For all of my adult life I have felt a burden on my heart for those in the community who are experiencing homelessness. Approximately ten years ago I volunteered with Outreach, Inc – an organization that serves homeless and at-risk youth in Indy – where I had my first experience of actually going out on the street and in less-traveled areas tucked-away where we hoped to find (and help) kids who had no place else to call home. I did that for a while and then, unfortunately, let other demands of life occupy my time. But I never lost the pull to this type of ministry and I continued to feel that burden. I started carrying a backpack in my car filled with food, water, socks, underwear, and a few toiletry items and every once in a while the Spirit would move me to stop and talk to somebody holding a little cardboard sign at some intersection. Every time I did that I was filled with a mixture of emotions: joy that I made a connection and helped a person in-need, as well as deep sadness at their condition and how little I could really do for them. At the close of 2015 I was feeling this call to serve much more intensely and I vowed to make the next year one of action – that I would really step-out and up my game in serving the homeless. And that is what I did. For the first six months I did more of the personal outreach from my car and also learned about the Indianapolis Continuum of Care. I immediately inquired about any street outreach and was directed to a wonderful man named Ed and his team from Hazelwood Christian Church. Every Tuesday evening Ed, Lisa, Ashley, Niki, Kelsey, Paul, and/or Sophie would visit several of the homeless camps on the South and East sides of Indy. It has now been a year since I started working with this group and I consider it one of the greatest blessings of my life. These folks are so awesome and we all share the same desire to do as much as we can to help those who are in such desperate need. I have also been very engaged with my home church (Grace Church) through two programs with the Wheeler Men’s Mission: every Sunday we serve the evening meal at the shelter, and every 2nd Saturday of the month we welcome about (10) men to our church to attend the 4:30 service and then share a meal.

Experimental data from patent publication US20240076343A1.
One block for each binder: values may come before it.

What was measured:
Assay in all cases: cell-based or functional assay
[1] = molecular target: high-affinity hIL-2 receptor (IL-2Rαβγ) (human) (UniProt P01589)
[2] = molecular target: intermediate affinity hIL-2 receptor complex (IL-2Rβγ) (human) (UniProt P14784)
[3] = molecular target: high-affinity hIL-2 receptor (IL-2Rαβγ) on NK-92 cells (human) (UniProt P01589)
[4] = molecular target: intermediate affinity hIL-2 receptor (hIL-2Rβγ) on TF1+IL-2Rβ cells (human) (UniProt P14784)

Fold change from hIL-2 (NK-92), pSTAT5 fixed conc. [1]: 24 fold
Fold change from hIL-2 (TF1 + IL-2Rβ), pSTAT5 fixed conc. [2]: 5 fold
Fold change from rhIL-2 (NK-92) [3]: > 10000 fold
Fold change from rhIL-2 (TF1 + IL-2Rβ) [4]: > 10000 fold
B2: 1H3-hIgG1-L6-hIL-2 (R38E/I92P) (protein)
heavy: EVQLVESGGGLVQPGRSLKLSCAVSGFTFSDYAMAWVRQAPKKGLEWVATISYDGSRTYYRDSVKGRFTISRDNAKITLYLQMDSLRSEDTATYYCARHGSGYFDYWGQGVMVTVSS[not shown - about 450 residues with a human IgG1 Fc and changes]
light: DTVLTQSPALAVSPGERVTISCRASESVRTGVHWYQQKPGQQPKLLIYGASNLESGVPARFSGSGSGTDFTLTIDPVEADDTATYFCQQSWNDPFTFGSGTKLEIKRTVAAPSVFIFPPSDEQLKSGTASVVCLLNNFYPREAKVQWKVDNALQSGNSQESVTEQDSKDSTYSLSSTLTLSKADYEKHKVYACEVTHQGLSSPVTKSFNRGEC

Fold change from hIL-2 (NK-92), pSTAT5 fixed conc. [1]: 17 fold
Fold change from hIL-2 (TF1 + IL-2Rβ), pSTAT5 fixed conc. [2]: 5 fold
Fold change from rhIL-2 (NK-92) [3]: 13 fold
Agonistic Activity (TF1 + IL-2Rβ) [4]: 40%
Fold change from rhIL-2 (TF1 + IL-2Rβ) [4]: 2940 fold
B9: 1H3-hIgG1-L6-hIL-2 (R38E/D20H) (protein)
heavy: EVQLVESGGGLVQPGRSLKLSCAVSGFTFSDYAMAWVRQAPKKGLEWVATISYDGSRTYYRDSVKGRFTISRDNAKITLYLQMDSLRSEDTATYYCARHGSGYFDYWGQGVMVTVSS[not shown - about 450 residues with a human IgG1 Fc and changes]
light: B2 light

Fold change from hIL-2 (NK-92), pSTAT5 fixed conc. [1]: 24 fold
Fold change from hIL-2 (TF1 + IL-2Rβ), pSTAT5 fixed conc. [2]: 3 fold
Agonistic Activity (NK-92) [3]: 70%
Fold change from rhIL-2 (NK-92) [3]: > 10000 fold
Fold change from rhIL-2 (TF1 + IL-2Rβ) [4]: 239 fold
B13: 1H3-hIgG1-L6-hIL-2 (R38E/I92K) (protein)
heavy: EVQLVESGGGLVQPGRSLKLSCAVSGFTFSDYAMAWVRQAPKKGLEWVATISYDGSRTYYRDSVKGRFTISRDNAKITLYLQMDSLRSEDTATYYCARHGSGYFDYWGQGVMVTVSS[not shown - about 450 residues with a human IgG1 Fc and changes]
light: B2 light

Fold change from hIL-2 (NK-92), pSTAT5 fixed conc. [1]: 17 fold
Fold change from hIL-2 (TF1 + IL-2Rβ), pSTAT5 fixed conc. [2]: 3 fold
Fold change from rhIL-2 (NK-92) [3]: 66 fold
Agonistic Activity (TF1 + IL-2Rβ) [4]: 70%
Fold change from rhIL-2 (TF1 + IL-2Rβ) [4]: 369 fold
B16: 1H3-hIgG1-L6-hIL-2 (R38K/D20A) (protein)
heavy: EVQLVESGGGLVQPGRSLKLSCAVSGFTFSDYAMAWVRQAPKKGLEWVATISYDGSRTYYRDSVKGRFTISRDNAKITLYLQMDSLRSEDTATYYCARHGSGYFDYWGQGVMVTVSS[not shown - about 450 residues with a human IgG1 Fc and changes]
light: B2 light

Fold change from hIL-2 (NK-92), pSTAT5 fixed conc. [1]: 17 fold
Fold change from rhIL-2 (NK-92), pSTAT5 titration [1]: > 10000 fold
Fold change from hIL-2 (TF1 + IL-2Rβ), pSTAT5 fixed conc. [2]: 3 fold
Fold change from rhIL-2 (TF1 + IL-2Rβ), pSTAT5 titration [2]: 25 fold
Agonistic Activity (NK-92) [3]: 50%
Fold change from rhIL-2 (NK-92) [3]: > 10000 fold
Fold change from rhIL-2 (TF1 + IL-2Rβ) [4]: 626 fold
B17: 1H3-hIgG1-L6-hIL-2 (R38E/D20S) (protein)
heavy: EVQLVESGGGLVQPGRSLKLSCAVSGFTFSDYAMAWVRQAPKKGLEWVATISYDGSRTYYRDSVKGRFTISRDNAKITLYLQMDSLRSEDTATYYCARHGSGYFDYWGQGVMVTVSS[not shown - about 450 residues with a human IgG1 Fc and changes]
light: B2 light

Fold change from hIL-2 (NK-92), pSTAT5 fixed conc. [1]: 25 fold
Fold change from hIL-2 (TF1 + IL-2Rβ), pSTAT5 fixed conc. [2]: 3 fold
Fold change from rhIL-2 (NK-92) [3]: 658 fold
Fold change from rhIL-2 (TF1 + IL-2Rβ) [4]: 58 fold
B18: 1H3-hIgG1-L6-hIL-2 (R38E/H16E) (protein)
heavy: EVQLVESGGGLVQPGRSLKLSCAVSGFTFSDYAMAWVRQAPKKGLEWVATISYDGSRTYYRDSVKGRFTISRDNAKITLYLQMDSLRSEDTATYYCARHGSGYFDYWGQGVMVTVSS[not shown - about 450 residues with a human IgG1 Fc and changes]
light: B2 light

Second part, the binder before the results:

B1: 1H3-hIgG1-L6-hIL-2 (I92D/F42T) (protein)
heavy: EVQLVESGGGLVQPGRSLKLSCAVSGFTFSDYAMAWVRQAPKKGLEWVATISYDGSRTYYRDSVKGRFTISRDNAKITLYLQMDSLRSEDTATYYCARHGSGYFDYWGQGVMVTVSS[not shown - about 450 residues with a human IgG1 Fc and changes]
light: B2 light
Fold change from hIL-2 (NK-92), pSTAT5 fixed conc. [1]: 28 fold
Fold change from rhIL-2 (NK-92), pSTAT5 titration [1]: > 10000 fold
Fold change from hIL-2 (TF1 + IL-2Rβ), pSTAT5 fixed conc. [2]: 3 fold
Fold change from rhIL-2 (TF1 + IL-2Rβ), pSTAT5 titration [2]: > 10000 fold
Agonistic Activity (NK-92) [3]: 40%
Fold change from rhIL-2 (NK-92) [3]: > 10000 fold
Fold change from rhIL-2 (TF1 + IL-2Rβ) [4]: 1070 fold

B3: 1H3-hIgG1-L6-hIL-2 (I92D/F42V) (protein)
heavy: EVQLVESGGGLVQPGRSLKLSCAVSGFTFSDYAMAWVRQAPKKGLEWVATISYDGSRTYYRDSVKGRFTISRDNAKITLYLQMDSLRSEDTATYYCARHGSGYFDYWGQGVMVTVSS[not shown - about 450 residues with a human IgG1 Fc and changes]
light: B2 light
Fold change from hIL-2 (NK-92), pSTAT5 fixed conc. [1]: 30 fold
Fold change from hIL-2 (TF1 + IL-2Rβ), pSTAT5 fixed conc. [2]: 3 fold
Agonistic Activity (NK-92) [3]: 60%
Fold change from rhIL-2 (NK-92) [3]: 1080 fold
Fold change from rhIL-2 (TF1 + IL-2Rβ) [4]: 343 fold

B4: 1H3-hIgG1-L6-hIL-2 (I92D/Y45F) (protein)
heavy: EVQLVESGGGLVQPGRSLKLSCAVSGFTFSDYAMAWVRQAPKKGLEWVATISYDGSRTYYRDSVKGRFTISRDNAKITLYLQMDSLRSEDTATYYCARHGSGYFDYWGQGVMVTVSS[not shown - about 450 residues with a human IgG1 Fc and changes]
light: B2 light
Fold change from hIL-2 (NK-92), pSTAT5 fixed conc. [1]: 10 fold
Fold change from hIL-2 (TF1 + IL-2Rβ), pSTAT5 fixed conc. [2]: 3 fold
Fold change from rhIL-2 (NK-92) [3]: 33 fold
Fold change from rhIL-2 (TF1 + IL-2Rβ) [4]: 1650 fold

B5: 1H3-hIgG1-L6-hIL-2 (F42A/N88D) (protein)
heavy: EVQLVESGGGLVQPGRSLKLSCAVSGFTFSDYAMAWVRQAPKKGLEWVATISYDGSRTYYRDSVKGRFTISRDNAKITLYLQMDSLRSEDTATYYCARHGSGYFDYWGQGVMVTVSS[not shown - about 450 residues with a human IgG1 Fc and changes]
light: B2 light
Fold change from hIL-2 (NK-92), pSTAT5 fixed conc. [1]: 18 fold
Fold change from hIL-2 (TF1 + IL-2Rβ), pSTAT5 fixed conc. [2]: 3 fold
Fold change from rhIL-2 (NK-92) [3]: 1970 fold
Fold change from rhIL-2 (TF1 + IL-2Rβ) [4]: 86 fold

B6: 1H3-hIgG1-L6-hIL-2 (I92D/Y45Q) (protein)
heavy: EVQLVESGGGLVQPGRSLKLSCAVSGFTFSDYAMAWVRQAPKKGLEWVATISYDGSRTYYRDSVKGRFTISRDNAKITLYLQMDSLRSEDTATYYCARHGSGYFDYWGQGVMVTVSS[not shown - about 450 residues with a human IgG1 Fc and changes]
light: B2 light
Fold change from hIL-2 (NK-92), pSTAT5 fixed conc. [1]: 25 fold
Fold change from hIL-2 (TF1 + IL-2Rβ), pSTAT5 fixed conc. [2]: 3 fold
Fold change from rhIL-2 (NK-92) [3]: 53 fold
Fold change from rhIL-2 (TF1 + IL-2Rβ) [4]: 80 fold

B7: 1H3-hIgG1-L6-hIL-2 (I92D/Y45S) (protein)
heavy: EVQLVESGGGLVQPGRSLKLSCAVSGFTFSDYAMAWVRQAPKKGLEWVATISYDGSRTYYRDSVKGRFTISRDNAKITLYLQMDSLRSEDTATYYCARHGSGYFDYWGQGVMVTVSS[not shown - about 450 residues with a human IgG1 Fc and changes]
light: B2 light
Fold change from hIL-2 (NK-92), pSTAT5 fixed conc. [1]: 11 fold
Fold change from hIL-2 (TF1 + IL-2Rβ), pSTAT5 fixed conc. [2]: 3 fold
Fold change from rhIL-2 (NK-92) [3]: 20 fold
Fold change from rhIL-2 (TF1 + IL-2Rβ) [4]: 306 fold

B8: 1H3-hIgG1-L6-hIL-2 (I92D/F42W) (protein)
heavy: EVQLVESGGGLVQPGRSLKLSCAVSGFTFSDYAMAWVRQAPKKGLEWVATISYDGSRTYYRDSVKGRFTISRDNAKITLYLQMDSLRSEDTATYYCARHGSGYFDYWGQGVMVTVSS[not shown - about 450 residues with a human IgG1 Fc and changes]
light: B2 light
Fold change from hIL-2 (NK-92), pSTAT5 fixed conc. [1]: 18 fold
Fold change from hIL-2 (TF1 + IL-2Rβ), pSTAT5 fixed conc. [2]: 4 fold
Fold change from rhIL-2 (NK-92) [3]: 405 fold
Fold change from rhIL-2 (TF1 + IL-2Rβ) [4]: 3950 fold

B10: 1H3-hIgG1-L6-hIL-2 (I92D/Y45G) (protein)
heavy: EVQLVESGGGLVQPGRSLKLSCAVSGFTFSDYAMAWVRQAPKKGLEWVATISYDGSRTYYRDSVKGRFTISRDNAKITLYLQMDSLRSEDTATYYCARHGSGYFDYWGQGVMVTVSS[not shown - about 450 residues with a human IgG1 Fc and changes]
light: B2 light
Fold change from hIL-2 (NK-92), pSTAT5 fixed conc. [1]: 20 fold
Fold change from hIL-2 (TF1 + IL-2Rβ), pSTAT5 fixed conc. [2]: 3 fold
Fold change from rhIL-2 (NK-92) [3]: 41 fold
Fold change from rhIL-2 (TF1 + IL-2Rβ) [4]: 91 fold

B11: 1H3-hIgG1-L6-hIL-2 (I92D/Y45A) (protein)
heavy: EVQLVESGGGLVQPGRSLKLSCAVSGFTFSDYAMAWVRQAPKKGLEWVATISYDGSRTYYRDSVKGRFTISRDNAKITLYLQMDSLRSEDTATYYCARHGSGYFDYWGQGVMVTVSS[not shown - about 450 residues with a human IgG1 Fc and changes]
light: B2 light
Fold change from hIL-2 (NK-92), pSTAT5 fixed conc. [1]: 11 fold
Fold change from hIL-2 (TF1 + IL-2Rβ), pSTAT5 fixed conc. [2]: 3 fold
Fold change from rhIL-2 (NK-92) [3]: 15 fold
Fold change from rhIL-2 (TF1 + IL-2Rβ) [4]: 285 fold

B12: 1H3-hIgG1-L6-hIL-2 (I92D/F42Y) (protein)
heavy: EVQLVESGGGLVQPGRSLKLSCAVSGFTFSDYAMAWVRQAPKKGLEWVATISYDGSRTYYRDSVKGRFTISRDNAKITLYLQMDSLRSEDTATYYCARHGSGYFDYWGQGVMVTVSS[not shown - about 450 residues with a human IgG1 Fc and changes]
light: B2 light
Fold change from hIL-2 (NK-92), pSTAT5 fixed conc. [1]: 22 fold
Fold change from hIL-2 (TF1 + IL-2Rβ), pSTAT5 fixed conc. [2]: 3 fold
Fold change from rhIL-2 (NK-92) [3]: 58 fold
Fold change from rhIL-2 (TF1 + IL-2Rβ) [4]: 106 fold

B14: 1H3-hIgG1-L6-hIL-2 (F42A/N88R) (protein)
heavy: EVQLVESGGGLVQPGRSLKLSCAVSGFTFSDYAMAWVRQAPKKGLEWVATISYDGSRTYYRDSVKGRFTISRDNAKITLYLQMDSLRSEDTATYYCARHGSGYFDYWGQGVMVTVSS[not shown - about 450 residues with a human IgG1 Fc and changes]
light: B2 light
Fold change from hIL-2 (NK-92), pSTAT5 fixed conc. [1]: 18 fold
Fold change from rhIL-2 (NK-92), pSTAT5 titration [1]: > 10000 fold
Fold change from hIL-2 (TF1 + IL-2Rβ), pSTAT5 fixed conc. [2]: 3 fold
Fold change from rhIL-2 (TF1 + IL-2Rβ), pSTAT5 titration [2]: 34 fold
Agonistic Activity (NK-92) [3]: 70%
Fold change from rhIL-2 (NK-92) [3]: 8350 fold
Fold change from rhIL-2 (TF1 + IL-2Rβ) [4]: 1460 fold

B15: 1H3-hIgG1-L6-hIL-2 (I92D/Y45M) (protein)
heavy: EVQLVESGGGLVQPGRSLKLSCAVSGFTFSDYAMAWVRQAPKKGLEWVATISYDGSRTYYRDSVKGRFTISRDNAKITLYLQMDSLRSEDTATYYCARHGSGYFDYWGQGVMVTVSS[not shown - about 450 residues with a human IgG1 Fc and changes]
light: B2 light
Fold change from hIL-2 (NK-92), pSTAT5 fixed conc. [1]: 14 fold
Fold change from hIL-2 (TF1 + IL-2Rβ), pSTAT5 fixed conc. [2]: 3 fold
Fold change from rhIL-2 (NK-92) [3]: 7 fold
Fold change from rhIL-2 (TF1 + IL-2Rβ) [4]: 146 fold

It was during our Tuesday night outreach that Sophie and I started talking about how we might join forces and merge my interest in additional follow-up activity with our homeless friends (finding that once-a-week did not maximize opportunities to really get to know them and help them take action) with her existing blog called Faces of the Homeless. She expressed that she, too, felt like this could become something more…
So, we are very excited to launch Faces of the Homeless, Inc. and have also welcomed Paul Siktberg to our group!
While visiting Nashville, TN, in July of 2012, I spent a day walking the streets and talking at length to homeless people that I came across. Their stories touched me so much that I started a blog to tell their stories. Thus began the Faces of The Homeless project, where I use my photography and writing skills to tell the truth of homelessness, and encourage the public to see the homeless individuals as people with feelings, hopes, and dreams, in need of friendship and encouragement just like them, not “bums” or “eyesores” for the city government to clean up.
In January 2015, I started visiting the homeless camps in Indianapolis on a regular basis with a group of kindhearted folks from Hazelwood Christian Church (Clayton, IN). I have become friends with many of the homeless people, and they have given me the nickname “Battery Lady” because I’ve been bringing them batteries for their flashlights and lanterns. I am grateful to many of my more fortunate friends who have been donating clothing, sundries, flashlights, and other items to give to my homeless friends.
Believing that people will take action when something touches them on a more personal level, I hope that through my photography and writing, I can bring the issue of homelessness to a more personal level for others, and move them to make a difference in the city where they live, and together, we can end homelessness in America.